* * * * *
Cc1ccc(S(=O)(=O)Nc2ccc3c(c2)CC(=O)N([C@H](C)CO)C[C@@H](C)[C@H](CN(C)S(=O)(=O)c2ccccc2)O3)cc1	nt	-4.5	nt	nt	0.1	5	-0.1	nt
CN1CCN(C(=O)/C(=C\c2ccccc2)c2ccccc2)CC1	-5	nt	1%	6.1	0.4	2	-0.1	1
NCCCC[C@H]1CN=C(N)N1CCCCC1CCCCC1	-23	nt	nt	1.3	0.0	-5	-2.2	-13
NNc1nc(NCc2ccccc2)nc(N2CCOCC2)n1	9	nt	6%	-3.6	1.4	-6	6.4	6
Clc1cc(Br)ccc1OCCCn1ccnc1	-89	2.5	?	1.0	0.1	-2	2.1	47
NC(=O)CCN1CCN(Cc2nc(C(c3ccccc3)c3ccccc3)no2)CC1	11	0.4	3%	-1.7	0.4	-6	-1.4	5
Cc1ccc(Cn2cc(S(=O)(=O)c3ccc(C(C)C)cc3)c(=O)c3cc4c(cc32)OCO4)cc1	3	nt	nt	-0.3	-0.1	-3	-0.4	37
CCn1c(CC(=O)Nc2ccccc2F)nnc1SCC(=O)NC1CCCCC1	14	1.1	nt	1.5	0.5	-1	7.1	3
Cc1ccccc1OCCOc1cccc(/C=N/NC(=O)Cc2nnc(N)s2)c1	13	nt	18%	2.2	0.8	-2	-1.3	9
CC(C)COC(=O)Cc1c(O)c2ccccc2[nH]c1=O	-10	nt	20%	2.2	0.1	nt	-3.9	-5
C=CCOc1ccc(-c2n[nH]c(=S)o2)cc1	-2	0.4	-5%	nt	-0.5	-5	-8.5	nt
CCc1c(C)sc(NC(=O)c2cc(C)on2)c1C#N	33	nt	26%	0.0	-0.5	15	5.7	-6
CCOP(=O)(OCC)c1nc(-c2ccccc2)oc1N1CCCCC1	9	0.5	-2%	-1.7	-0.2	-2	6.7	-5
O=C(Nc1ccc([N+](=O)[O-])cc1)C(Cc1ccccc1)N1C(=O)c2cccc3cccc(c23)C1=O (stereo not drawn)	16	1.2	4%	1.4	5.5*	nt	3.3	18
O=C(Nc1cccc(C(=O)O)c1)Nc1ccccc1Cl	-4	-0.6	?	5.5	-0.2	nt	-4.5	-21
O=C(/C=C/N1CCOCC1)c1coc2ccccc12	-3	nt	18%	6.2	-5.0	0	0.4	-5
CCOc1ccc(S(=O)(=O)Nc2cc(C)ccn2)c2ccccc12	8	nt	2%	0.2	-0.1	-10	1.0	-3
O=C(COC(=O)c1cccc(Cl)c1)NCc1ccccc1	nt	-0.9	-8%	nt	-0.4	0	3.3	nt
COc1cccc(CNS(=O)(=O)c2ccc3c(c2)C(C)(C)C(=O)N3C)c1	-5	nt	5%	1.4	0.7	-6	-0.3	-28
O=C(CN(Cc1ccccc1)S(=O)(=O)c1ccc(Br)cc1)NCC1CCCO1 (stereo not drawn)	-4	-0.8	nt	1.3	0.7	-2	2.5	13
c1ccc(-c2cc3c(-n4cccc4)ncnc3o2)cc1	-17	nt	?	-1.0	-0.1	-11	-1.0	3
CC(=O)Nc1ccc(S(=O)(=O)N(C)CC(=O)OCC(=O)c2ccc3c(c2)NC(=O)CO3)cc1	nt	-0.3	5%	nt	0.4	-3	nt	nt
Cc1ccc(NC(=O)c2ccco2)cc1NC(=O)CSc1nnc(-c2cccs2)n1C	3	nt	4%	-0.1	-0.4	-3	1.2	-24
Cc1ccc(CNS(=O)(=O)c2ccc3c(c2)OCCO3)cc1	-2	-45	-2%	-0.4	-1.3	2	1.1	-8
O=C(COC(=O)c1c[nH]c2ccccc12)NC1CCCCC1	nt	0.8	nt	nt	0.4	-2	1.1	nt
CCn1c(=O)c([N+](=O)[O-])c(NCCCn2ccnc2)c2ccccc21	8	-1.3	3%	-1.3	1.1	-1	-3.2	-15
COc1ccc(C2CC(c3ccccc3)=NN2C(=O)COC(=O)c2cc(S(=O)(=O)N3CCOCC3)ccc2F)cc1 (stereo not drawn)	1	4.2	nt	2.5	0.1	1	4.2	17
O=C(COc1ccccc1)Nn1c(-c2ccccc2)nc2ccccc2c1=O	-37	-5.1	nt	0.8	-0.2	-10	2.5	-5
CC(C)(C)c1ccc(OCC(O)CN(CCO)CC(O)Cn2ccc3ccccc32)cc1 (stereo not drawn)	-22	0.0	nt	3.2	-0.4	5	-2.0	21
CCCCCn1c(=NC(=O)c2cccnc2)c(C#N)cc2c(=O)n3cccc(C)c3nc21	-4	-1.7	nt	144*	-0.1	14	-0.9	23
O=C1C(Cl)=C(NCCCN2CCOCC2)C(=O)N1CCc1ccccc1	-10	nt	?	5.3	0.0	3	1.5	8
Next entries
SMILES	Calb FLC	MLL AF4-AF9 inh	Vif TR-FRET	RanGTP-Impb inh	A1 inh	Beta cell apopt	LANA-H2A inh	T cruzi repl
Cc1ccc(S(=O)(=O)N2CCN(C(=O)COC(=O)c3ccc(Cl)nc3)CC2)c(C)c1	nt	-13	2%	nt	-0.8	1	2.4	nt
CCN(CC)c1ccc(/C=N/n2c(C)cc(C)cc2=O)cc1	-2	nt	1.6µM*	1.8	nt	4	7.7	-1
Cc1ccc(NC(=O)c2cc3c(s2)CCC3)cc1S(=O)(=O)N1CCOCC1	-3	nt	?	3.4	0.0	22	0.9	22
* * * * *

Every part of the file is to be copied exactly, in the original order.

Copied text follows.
Cc1ccc(S(=O)(=O)Nc2ccc3c(c2)CC(=O)N([C@H](C)CO)C[C@@H](C)[C@H](CN(C)S(=O)(=O)c2ccccc2)O3)cc1	nt	-4.5	nt	nt	0.1	5	-0.1	nt
CN1CCN(C(=O)/C(=C\c2ccccc2)c2ccccc2)CC1	-5	nt	1%	6.1	0.4	2	-0.1	1
NCCCC[C@H]1CN=C(N)N1CCCCC1CCCCC1	-23	nt	nt	1.3	0.0	-5	-2.2	-13
NNc1nc(NCc2ccccc2)nc(N2CCOCC2)n1	9	nt	6%	-3.6	1.4	-6	6.4	6
Clc1cc(Br)ccc1OCCCn1ccnc1	-89	2.5	?	1.0	0.1	-2	2.1	47
NC(=O)CCN1CCN(Cc2nc(C(c3ccccc3)c3ccccc3)no2)CC1	11	0.4	3%	-1.7	0.4	-6	-1.4	5
Cc1ccc(Cn2cc(S(=O)(=O)c3ccc(C(C)C)cc3)c(=O)c3cc4c(cc32)OCO4)cc1	3	nt	nt	-0.3	-0.1	-3	-0.4	37
CCn1c(CC(=O)Nc2ccccc2F)nnc1SCC(=O)NC1CCCCC1	14	1.1	nt	1.5	0.5	-1	7.1	3
Cc1ccccc1OCCOc1cccc(/C=N/NC(=O)Cc2nnc(N)s2)c1	13	nt	18%	2.2	0.8	-2	-1.3	9
CC(C)COC(=O)Cc1c(O)c2ccccc2[nH]c1=O	-10	nt	20%	2.2	0.1	nt	-3.9	-5
C=CCOc1ccc(-c2n[nH]c(=S)o2)cc1	-2	0.4	-5%	nt	-0.5	-5	-8.5	nt
CCc1c(C)sc(NC(=O)c2cc(C)on2)c1C#N	33	nt	26%	0.0	-0.5	15	5.7	-6
CCOP(=O)(OCC)c1nc(-c2ccccc2)oc1N1CCCCC1	9	0.5	-2%	-1.7	-0.2	-2	6.7	-5
O=C(Nc1ccc([N+](=O)[O-])cc1)C(Cc1ccccc1)N1C(=O)c2cccc3cccc(c23)C1=O (stereo not drawn)	16	1.2	4%	1.4	5.5*	nt	3.3	18
O=C(Nc1cccc(C(=O)O)c1)Nc1ccccc1Cl	-4	-0.6	?	5.5	-0.2	nt	-4.5	-21
O=C(/C=C/N1CCOCC1)c1coc2ccccc12	-3	nt	18%	6.2	-5.0	0	0.4	-5
CCOc1ccc(S(=O)(=O)Nc2cc(C)ccn2)c2ccccc12	8	nt	2%	0.2	-0.1	-10	1.0	-3
O=C(COC(=O)c1cccc(Cl)c1)NCc1ccccc1	nt	-0.9	-8%	nt	-0.4	0	3.3	nt
COc1cccc(CNS(=O)(=O)c2ccc3c(c2)C(C)(C)C(=O)N3C)c1	-5	nt	5%	1.4	0.7	-6	-0.3	-28
O=C(CN(Cc1ccccc1)S(=O)(=O)c1ccc(Br)cc1)NCC1CCCO1 (stereo not drawn)	-4	-0.8	nt	1.3	0.7	-2	2.5	13
c1ccc(-c2cc3c(-n4cccc4)ncnc3o2)cc1	-17	nt	?	-1.0	-0.1	-11	-1.0	3
CC(=O)Nc1ccc(S(=O)(=O)N(C)CC(=O)OCC(=O)c2ccc3c(c2)NC(=O)CO3)cc1	nt	-0.3	5%	nt	0.4	-3	nt	nt
Cc1ccc(NC(=O)c2ccco2)cc1NC(=O)CSc1nnc(-c2cccs2)n1C	3	nt	4%	-0.1	-0.4	-3	1.2	-24
Cc1ccc(CNS(=O)(=O)c2ccc3c(c2)OCCO3)cc1	-2	-45	-2%	-0.4	-1.3	2	1.1	-8
O=C(COC(=O)c1c[nH]c2ccccc12)NC1CCCCC1	nt	0.8	nt	nt	0.4	-2	1.1	nt
CCn1c(=O)c([N+](=O)[O-])c(NCCCn2ccnc2)c2ccccc21	8	-1.3	3%	-1.3	1.1	-1	-3.2	-15
COc1ccc(C2CC(c3ccccc3)=NN2C(=O)COC(=O)c2cc(S(=O)(=O)N3CCOCC3)ccc2F)cc1 (stereo not drawn)	1	4.2	nt	2.5	0.1	1	4.2	17
O=C(COc1ccccc1)Nn1c(-c2ccccc2)nc2ccccc2c1=O	-37	-5.1	nt	0.8	-0.2	-10	2.5	-5
CC(C)(C)c1ccc(OCC(O)CN(CCO)CC(O)Cn2ccc3ccccc32)cc1 (stereo not drawn)	-22	0.0	nt	3.2	-0.4	5	-2.0	21
CCCCCn1c(=NC(=O)c2cccnc2)c(C#N)cc2c(=O)n3cccc(C)c3nc21	-4	-1.7	nt	144*	-0.1	14	-0.9	23
O=C1C(Cl)=C(NCCCN2CCOCC2)C(=O)N1CCc1ccccc1	-10	nt	?	5.3	0.0	3	1.5	8
Next entries
SMILES	Calb FLC	MLL AF4-AF9 inh	Vif TR-FRET	RanGTP-Impb inh	A1 inh	Beta cell apopt	LANA-H2A inh	T cruzi repl
Cc1ccc(S(=O)(=O)N2CCN(C(=O)COC(=O)c3ccc(Cl)nc3)CC2)c(C)c1	nt	-13	2%	nt	-0.8	1	2.4	nt
CCN(CC)c1ccc(/C=N/n2c(C)cc(C)cc2=O)cc1	-2	nt	1.6µM*	1.8	nt	4	7.7	-1
Cc1ccc(NC(=O)c2cc3c(s2)CCC3)cc1S(=O)(=O)N1CCOCC1	-3	nt	?	3.4	0.0	22	0.9	22